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Blog Post: I am a sex worker and I am a migrant…

By Amrita Sharma

My name is Rekha
I am a sex worker
And, I am a migrant
Migrant to the city of Ahmedabad
I come from West Bengal, where my poor parents live
I work, earn and send them money so that they can buy food and pay our debts
It will be 20 years for me in Ahmedabad
I’ll be turning 40 soon.

Last week, I went to the doctor again
She says, it’s the final stage
And that I would not live for long
A Stoic, she says this as if she has said the same thing to 10 more people in the day
I wonder if any of this is my fault.

I have been in the hospital for three weeks now
Abdul, my agent, has also stopped coming to visit me
They say, he is busy.
Everything is similar to what happened to Shobha.

Shobha, my friend,
She came with me from Bengal
She was five years older and we lived together
She got sick, and then Abdul had stopped taking interest in her business.
I can’t get clients for her, it’s dangerous, he said once to me.
Shobha died in the hospital alone
There was no one.

They tried to burn her body
Then someone said, she was a Muslim and we needed to bury her.
But, she had no papers
She was a migrant
She could not be buried in the city.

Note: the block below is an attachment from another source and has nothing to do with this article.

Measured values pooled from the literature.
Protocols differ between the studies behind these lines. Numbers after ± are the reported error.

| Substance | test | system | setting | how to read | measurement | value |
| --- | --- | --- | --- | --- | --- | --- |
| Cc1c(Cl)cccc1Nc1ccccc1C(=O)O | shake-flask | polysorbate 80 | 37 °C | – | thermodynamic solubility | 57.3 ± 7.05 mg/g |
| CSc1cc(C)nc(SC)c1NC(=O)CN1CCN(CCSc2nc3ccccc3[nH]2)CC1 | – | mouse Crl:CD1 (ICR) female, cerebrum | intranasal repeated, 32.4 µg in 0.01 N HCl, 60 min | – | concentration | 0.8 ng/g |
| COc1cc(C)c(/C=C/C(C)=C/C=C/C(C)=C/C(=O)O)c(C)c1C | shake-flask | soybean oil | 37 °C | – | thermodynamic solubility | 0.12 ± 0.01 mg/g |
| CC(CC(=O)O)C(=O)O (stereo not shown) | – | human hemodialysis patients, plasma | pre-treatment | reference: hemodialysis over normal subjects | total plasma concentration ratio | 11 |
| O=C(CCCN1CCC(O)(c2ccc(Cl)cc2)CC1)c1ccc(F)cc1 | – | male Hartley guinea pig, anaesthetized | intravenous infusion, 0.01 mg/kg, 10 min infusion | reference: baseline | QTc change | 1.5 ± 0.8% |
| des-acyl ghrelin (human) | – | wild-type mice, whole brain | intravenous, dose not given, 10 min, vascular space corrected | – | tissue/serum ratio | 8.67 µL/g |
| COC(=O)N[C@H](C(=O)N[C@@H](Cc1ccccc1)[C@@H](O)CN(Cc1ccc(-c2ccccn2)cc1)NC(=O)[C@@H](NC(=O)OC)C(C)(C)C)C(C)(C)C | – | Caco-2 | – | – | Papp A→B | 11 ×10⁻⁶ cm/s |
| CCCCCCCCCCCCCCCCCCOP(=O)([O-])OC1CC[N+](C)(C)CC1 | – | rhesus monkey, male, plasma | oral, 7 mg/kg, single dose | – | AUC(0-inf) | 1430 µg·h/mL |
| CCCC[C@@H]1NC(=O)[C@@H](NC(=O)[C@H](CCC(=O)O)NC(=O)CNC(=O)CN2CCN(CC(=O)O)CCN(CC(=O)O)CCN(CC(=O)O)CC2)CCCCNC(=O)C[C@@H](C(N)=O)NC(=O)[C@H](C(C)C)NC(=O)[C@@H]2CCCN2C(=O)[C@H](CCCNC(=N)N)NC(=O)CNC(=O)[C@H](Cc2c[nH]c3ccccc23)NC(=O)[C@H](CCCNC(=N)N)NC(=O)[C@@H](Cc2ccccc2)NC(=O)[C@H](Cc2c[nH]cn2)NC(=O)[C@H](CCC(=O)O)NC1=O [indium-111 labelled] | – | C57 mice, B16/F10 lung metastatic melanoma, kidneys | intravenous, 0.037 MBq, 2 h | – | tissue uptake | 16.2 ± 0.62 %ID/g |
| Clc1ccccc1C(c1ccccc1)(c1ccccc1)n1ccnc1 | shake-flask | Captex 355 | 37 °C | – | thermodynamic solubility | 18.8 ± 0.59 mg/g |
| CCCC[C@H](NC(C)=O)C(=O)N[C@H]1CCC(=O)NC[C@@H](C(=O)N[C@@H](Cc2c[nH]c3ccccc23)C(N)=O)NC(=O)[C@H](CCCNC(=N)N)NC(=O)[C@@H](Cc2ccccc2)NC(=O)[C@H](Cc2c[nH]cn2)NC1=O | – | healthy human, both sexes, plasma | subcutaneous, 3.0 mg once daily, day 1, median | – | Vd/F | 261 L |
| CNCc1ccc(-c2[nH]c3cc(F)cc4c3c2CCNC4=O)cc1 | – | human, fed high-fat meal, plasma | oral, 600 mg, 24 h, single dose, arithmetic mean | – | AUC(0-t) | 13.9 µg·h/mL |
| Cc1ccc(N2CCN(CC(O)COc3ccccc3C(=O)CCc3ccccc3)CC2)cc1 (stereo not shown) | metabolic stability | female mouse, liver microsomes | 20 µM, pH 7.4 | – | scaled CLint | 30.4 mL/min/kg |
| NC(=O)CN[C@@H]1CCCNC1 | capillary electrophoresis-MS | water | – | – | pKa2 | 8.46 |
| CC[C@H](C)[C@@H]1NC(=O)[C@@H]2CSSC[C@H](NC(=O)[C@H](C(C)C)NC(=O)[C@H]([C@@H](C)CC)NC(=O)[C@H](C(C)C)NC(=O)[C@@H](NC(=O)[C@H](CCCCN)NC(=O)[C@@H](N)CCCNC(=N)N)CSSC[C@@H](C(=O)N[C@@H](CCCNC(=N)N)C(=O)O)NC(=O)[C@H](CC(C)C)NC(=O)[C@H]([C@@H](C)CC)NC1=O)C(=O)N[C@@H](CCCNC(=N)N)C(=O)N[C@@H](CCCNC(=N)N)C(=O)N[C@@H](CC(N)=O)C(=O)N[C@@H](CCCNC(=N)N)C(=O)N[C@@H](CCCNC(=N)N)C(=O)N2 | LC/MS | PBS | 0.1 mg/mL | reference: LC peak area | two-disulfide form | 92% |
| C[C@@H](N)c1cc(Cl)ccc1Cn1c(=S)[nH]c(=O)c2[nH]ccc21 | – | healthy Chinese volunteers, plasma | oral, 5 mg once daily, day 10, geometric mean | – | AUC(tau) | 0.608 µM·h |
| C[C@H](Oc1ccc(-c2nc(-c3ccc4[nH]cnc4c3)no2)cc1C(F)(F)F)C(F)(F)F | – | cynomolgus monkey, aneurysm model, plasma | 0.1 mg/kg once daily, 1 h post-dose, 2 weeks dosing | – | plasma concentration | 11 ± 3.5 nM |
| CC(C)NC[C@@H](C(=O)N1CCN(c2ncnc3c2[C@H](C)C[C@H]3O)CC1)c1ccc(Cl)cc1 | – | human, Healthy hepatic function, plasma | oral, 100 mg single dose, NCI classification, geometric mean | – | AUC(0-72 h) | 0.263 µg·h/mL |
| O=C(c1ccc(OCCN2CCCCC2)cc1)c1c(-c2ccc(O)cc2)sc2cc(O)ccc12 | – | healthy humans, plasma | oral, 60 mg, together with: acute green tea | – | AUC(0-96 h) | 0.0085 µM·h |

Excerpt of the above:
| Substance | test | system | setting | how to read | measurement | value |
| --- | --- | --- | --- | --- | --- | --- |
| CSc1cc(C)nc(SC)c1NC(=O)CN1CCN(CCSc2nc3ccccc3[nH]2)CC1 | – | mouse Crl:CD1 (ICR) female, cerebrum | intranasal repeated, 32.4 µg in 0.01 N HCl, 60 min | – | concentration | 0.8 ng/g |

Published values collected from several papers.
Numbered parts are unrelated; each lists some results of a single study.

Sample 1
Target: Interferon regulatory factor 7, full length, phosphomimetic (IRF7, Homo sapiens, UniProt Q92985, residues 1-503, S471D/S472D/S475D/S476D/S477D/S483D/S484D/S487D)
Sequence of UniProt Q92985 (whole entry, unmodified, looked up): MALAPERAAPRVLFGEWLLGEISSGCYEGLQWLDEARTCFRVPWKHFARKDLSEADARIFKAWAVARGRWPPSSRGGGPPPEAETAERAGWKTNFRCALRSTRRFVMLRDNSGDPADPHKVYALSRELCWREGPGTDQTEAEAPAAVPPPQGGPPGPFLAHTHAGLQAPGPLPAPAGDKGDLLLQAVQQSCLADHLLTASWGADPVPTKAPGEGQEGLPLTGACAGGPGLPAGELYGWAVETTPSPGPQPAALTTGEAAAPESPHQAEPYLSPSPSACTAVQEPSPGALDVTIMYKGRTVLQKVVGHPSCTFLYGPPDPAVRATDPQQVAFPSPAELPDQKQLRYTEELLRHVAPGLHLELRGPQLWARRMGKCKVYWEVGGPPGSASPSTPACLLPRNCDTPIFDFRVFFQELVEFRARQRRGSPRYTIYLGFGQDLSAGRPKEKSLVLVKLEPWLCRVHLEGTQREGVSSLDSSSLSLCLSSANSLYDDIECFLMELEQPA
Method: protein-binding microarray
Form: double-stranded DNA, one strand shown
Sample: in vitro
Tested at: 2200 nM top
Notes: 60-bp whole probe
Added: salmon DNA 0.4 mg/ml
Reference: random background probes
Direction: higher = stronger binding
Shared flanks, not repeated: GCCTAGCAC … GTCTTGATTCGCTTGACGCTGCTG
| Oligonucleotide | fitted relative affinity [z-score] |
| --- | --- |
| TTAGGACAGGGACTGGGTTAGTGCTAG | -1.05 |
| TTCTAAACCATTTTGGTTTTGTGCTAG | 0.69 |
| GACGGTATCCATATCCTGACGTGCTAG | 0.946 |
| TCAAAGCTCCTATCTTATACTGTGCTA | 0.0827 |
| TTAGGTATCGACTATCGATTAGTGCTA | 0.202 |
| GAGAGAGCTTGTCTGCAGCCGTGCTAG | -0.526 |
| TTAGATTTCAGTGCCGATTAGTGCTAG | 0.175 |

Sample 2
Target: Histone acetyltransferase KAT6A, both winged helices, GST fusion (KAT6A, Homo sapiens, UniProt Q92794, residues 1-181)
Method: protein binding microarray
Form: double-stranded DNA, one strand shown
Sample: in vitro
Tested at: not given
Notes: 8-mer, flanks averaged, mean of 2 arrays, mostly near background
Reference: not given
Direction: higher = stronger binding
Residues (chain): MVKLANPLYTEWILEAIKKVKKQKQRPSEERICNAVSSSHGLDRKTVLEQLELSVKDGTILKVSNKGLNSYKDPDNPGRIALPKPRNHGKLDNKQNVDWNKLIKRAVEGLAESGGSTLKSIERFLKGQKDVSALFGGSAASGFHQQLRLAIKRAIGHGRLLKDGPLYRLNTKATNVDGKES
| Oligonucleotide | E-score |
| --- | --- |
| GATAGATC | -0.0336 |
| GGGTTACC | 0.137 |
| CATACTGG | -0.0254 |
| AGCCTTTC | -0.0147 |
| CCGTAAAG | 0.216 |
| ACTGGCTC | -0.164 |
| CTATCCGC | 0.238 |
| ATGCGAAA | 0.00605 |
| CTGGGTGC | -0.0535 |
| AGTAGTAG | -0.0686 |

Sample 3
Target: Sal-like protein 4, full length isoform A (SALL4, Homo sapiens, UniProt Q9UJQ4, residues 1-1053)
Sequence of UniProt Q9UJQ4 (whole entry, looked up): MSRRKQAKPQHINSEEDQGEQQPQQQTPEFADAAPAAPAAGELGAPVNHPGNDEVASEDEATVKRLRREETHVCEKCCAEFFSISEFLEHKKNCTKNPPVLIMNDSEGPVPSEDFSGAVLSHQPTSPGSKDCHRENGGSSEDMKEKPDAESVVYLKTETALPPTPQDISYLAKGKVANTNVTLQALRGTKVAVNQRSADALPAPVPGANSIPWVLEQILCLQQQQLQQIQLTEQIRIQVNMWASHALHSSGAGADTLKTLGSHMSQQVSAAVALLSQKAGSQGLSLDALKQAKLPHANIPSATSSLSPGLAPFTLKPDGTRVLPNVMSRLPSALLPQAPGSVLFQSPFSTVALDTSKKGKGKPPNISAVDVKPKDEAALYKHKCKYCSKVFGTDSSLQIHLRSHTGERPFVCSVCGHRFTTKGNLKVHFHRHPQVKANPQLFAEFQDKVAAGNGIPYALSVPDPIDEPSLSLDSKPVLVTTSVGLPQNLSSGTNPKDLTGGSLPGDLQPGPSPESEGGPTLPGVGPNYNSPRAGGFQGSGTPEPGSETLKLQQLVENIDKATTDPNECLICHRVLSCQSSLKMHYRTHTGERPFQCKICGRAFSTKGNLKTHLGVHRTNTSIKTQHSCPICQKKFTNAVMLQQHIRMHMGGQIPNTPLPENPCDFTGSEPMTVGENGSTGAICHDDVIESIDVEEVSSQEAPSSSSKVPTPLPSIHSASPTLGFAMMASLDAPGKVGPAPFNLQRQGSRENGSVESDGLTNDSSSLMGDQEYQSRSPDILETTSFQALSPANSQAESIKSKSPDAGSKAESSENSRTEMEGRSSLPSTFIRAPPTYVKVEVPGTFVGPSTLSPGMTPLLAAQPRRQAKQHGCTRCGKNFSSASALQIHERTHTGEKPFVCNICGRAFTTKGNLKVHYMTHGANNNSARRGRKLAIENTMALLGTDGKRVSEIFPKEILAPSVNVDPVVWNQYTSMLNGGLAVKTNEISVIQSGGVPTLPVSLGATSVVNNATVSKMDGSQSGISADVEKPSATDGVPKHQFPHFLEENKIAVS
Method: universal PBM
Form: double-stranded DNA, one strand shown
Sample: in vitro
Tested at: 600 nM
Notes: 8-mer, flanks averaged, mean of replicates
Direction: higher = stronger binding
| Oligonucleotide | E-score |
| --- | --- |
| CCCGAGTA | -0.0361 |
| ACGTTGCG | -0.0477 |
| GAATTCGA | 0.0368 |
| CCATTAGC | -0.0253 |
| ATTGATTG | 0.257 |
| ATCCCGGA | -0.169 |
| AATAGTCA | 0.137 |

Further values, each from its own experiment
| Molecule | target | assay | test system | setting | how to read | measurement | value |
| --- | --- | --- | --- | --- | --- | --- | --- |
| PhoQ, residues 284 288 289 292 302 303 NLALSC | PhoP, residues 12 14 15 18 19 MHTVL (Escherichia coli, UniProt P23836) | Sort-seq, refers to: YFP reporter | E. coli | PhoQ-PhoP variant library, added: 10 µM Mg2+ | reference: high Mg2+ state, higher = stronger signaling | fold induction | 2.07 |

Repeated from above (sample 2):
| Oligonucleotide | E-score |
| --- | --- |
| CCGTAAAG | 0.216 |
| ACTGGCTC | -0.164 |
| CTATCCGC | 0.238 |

Abdul told me the NGO wallahs, who visit our chawl, tried hard to get her a decent burial
But they failed.
Her body was taken some 100 kms from the city where she was buried.

I’m glad I am not a Muslim,
They would not have to find a burial place for me.
My body can be burnt, when I die.

My name is Rekha
I am a sex worker
And, I am a migrant.

Our work at Aajeevika takes us to meet a variety of migrant streams. Last month, we visited an organization that works with sex workers in Ahmedabad. Most of the sex workers, we were told, are migrants to the city, coming from West Bengal and Bangladesh. Their work is not legal. Being migrants, they do not have access to any state benefits at the destination. They do not have any identity card, no voter card, no ration card, nothing. One story where a migrant sex worker could not be buried in the city because the NGO could not establish her identity was too much to bear. That served as the trigger for this blog entry.

[I am grateful to the team of Sakhijyot for sharing their experiences with us. May the passion that guides your work light up many more lives and ignite more minds.]

Photo-credit: Here

Author:

Amrita Sharma works with Aajeevika Bureau, a non-governmental, non-profit initiative for providing services, support and security to rural, seasonal migrant workers, based in Rajasthan, India. She leads the research and training mandate of the organization, working as the coordinator of Center for Migration and Labor Solutions (CMLS). In her academic career, she has published on the subject of agricultural demography, institutionalization of migration, and international remittance management. Amrita has a Master degree in Public Policy and Development Studies from ISS-Hague and CEU, Budapest and a post-graduate Diploma in Rural Management from IRMA, Anand, India.

***

For more stories, read Café Dissensus Everyday, the blog of Café Dissensus Magazine.

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